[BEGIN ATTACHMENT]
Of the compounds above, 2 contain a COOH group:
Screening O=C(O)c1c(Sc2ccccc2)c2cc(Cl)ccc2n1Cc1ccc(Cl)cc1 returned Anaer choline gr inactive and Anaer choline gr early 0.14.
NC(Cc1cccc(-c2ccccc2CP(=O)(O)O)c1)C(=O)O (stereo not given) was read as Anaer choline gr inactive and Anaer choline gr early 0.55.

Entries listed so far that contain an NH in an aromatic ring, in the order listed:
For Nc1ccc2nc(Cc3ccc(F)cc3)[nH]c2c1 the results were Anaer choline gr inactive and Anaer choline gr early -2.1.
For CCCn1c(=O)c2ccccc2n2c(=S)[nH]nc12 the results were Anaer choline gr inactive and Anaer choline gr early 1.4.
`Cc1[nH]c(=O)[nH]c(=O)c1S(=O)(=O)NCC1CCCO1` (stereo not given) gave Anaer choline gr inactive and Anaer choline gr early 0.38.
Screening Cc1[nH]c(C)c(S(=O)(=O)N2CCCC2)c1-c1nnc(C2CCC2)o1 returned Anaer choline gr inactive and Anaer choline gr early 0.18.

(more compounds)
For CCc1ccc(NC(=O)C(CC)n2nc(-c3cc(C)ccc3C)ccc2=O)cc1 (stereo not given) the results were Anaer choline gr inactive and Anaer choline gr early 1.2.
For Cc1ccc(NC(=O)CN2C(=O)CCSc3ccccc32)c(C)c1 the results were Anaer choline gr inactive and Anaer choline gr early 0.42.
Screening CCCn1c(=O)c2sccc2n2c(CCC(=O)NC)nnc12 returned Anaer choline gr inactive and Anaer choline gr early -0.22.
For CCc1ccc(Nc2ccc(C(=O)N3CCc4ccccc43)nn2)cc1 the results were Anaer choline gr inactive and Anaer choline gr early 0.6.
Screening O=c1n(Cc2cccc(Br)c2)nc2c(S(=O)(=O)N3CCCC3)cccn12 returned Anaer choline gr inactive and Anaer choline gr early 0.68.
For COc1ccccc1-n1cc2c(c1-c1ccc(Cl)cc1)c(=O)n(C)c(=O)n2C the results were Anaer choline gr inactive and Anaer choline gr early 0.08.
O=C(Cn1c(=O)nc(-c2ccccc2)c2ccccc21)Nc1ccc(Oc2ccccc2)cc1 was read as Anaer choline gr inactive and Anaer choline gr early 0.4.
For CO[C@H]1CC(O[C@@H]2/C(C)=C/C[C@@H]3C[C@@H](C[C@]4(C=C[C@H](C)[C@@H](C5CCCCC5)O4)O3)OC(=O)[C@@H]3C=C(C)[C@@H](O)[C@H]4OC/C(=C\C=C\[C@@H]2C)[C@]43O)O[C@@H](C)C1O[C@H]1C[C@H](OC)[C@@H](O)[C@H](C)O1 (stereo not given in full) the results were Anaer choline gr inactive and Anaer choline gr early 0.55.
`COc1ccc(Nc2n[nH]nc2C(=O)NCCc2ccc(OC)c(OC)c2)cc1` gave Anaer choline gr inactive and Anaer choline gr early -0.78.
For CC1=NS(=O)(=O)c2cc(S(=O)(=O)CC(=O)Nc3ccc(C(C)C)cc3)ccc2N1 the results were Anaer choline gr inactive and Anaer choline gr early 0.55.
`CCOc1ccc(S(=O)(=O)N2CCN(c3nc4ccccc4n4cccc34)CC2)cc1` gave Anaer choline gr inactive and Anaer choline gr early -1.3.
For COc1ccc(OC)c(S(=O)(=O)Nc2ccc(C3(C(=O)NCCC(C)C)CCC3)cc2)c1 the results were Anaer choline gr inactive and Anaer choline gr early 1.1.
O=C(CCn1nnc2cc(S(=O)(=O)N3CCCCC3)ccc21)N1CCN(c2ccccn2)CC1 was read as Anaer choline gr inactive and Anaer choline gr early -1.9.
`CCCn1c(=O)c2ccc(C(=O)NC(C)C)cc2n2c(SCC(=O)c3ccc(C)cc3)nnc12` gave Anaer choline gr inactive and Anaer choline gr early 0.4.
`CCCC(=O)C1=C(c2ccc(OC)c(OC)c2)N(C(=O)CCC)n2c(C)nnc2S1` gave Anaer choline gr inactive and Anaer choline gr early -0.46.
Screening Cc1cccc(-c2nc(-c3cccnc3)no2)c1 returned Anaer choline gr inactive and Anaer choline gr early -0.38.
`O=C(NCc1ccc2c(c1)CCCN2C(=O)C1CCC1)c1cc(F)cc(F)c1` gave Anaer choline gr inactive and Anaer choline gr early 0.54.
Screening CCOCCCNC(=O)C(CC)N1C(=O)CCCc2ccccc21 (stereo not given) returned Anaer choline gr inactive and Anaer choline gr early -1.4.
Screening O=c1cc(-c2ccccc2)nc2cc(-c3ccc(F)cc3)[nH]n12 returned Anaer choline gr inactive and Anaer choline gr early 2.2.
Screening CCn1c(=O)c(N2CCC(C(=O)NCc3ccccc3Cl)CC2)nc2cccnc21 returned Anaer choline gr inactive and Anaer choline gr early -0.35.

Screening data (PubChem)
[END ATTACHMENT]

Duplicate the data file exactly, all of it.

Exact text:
Of the compounds above, 2 contain a COOH group:
Screening O=C(O)c1c(Sc2ccccc2)c2cc(Cl)ccc2n1Cc1ccc(Cl)cc1 returned Anaer choline gr inactive and Anaer choline gr early 0.14.
NC(Cc1cccc(-c2ccccc2CP(=O)(O)O)c1)C(=O)O (stereo not given) was read as Anaer choline gr inactive and Anaer choline gr early 0.55.

Entries listed so far that contain an NH in an aromatic ring, in the order listed:
For Nc1ccc2nc(Cc3ccc(F)cc3)[nH]c2c1 the results were Anaer choline gr inactive and Anaer choline gr early -2.1.
For CCCn1c(=O)c2ccccc2n2c(=S)[nH]nc12 the results were Anaer choline gr inactive and Anaer choline gr early 1.4.
`Cc1[nH]c(=O)[nH]c(=O)c1S(=O)(=O)NCC1CCCO1` (stereo not given) gave Anaer choline gr inactive and Anaer choline gr early 0.38.
Screening Cc1[nH]c(C)c(S(=O)(=O)N2CCCC2)c1-c1nnc(C2CCC2)o1 returned Anaer choline gr inactive and Anaer choline gr early 0.18.

(more compounds)
For CCc1ccc(NC(=O)C(CC)n2nc(-c3cc(C)ccc3C)ccc2=O)cc1 (stereo not given) the results were Anaer choline gr inactive and Anaer choline gr early 1.2.
For Cc1ccc(NC(=O)CN2C(=O)CCSc3ccccc32)c(C)c1 the results were Anaer choline gr inactive and Anaer choline gr early 0.42.
Screening CCCn1c(=O)c2sccc2n2c(CCC(=O)NC)nnc12 returned Anaer choline gr inactive and Anaer choline gr early -0.22.
For CCc1ccc(Nc2ccc(C(=O)N3CCc4ccccc43)nn2)cc1 the results were Anaer choline gr inactive and Anaer choline gr early 0.6.
Screening O=c1n(Cc2cccc(Br)c2)nc2c(S(=O)(=O)N3CCCC3)cccn12 returned Anaer choline gr inactive and Anaer choline gr early 0.68.
For COc1ccccc1-n1cc2c(c1-c1ccc(Cl)cc1)c(=O)n(C)c(=O)n2C the results were Anaer choline gr inactive and Anaer choline gr early 0.08.
O=C(Cn1c(=O)nc(-c2ccccc2)c2ccccc21)Nc1ccc(Oc2ccccc2)cc1 was read as Anaer choline gr inactive and Anaer choline gr early 0.4.
For CO[C@H]1CC(O[C@@H]2/C(C)=C/C[C@@H]3C[C@@H](C[C@]4(C=C[C@H](C)[C@@H](C5CCCCC5)O4)O3)OC(=O)[C@@H]3C=C(C)[C@@H](O)[C@H]4OC/C(=C\C=C\[C@@H]2C)[C@]43O)O[C@@H](C)C1O[C@H]1C[C@H](OC)[C@@H](O)[C@H](C)O1 (stereo not given in full) the results were Anaer choline gr inactive and Anaer choline gr early 0.55.
`COc1ccc(Nc2n[nH]nc2C(=O)NCCc2ccc(OC)c(OC)c2)cc1` gave Anaer choline gr inactive and Anaer choline gr early -0.78.
For CC1=NS(=O)(=O)c2cc(S(=O)(=O)CC(=O)Nc3ccc(C(C)C)cc3)ccc2N1 the results were Anaer choline gr inactive and Anaer choline gr early 0.55.
`CCOc1ccc(S(=O)(=O)N2CCN(c3nc4ccccc4n4cccc34)CC2)cc1` gave Anaer choline gr inactive and Anaer choline gr early -1.3.
For COc1ccc(OC)c(S(=O)(=O)Nc2ccc(C3(C(=O)NCCC(C)C)CCC3)cc2)c1 the results were Anaer choline gr inactive and Anaer choline gr early 1.1.
O=C(CCn1nnc2cc(S(=O)(=O)N3CCCCC3)ccc21)N1CCN(c2ccccn2)CC1 was read as Anaer choline gr inactive and Anaer choline gr early -1.9.
`CCCn1c(=O)c2ccc(C(=O)NC(C)C)cc2n2c(SCC(=O)c3ccc(C)cc3)nnc12` gave Anaer choline gr inactive and Anaer choline gr early 0.4.
`CCCC(=O)C1=C(c2ccc(OC)c(OC)c2)N(C(=O)CCC)n2c(C)nnc2S1` gave Anaer choline gr inactive and Anaer choline gr early -0.46.
Screening Cc1cccc(-c2nc(-c3cccnc3)no2)c1 returned Anaer choline gr inactive and Anaer choline gr early -0.38.
`O=C(NCc1ccc2c(c1)CCCN2C(=O)C1CCC1)c1cc(F)cc(F)c1` gave Anaer choline gr inactive and Anaer choline gr early 0.54.
Screening CCOCCCNC(=O)C(CC)N1C(=O)CCCc2ccccc21 (stereo not given) returned Anaer choline gr inactive and Anaer choline gr early -1.4.
Screening O=c1cc(-c2ccccc2)nc2cc(-c3ccc(F)cc3)[nH]n12 returned Anaer choline gr inactive and Anaer choline gr early 2.2.
Screening CCn1c(=O)c(N2CCC(C(=O)NCc3ccccc3Cl)CC2)nc2cccnc21 returned Anaer choline gr inactive and Anaer choline gr early -0.35.

Screening data (PubChem)